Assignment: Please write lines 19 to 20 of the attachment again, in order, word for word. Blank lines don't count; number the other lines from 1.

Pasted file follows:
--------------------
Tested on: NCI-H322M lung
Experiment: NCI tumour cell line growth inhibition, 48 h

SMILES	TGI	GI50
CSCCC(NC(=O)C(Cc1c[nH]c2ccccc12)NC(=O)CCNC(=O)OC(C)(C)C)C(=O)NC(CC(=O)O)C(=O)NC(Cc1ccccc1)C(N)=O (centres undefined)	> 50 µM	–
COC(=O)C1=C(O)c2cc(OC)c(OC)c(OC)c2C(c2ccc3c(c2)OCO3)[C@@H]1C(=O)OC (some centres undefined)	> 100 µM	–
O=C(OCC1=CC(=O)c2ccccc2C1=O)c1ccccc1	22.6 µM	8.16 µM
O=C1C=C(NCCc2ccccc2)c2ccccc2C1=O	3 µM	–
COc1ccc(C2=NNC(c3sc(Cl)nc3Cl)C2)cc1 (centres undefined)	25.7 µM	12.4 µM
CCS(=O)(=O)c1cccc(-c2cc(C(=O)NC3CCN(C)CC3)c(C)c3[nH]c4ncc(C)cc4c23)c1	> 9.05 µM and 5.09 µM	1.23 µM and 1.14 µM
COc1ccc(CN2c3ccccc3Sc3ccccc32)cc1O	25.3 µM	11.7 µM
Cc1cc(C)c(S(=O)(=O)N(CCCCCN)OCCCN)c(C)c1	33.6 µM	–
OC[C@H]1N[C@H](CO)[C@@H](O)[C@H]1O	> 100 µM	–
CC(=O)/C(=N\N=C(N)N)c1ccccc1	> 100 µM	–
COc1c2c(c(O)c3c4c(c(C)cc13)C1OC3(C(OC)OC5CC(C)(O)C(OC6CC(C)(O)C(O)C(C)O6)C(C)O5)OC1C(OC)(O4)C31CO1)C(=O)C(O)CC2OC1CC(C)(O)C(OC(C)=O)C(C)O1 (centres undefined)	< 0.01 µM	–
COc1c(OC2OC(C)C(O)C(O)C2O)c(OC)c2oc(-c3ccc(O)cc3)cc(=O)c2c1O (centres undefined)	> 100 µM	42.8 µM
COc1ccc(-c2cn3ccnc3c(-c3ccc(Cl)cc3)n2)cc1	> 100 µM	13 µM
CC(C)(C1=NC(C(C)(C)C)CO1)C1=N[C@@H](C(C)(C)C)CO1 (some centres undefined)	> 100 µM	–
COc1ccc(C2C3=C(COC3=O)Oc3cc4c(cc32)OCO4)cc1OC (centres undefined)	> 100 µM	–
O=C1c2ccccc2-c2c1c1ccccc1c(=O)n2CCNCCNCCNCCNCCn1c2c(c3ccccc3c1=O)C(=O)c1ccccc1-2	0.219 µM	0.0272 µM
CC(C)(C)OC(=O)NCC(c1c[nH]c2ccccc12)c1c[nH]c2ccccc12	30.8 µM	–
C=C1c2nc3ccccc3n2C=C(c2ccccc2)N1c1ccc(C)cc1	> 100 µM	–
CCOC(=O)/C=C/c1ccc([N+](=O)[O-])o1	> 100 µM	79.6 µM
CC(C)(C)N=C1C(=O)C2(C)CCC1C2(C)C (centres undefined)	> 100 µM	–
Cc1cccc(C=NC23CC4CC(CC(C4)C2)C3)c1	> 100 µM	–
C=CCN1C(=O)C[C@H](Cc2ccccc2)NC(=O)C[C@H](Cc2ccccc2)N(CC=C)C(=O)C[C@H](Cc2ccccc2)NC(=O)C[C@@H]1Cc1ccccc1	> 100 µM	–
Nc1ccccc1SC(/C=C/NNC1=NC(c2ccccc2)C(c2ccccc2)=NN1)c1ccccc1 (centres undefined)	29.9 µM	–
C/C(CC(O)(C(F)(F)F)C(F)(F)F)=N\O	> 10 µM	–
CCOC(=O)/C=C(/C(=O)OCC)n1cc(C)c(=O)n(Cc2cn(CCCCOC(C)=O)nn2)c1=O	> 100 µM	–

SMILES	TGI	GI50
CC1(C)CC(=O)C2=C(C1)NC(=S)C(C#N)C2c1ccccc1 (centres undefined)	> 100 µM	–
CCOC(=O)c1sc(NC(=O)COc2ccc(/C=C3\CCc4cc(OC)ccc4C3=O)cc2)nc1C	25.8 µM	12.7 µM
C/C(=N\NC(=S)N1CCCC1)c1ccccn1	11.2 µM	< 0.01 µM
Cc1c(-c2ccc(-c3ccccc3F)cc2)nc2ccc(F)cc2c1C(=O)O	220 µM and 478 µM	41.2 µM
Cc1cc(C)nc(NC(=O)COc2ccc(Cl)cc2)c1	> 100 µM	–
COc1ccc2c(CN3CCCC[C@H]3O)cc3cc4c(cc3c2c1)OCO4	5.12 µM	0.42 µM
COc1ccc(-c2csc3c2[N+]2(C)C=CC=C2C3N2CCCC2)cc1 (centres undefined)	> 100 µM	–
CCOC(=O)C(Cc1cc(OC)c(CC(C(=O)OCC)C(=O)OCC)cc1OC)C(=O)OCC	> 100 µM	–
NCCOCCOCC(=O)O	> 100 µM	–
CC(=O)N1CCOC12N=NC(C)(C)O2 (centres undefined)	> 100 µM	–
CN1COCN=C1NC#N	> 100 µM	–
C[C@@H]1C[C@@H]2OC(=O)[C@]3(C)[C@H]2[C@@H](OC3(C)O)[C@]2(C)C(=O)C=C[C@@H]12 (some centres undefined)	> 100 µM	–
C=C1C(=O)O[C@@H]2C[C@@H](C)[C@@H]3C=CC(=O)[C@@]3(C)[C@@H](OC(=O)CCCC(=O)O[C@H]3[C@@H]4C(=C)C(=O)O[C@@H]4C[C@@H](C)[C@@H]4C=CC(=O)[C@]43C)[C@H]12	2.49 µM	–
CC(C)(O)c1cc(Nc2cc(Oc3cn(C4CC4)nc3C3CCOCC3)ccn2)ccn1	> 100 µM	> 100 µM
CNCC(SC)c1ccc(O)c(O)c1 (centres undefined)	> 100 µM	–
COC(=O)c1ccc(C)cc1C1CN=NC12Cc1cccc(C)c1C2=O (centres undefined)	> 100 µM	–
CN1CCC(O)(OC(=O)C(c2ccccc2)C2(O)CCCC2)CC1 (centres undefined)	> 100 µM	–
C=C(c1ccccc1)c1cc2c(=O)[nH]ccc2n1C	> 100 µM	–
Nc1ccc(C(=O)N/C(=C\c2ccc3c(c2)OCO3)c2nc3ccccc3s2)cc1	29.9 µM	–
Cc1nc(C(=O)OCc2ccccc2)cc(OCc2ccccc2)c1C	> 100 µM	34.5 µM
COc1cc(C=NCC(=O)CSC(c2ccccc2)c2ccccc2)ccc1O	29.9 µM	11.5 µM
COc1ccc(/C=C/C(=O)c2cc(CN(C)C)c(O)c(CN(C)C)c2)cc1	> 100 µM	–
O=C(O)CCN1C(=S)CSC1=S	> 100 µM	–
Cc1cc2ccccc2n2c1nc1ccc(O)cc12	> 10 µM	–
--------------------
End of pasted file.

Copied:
O=C1c2ccccc2-c2c1c1ccccc1c(=O)n2CCNCCNCCNCCNCCn1c2c(c3ccccc3c1=O)C(=O)c1ccccc1-2	0.219 µM	0.0272 µM
CC(C)(C)OC(=O)NCC(c1c[nH]c2ccccc12)c1c[nH]c2ccccc12	30.8 µM	–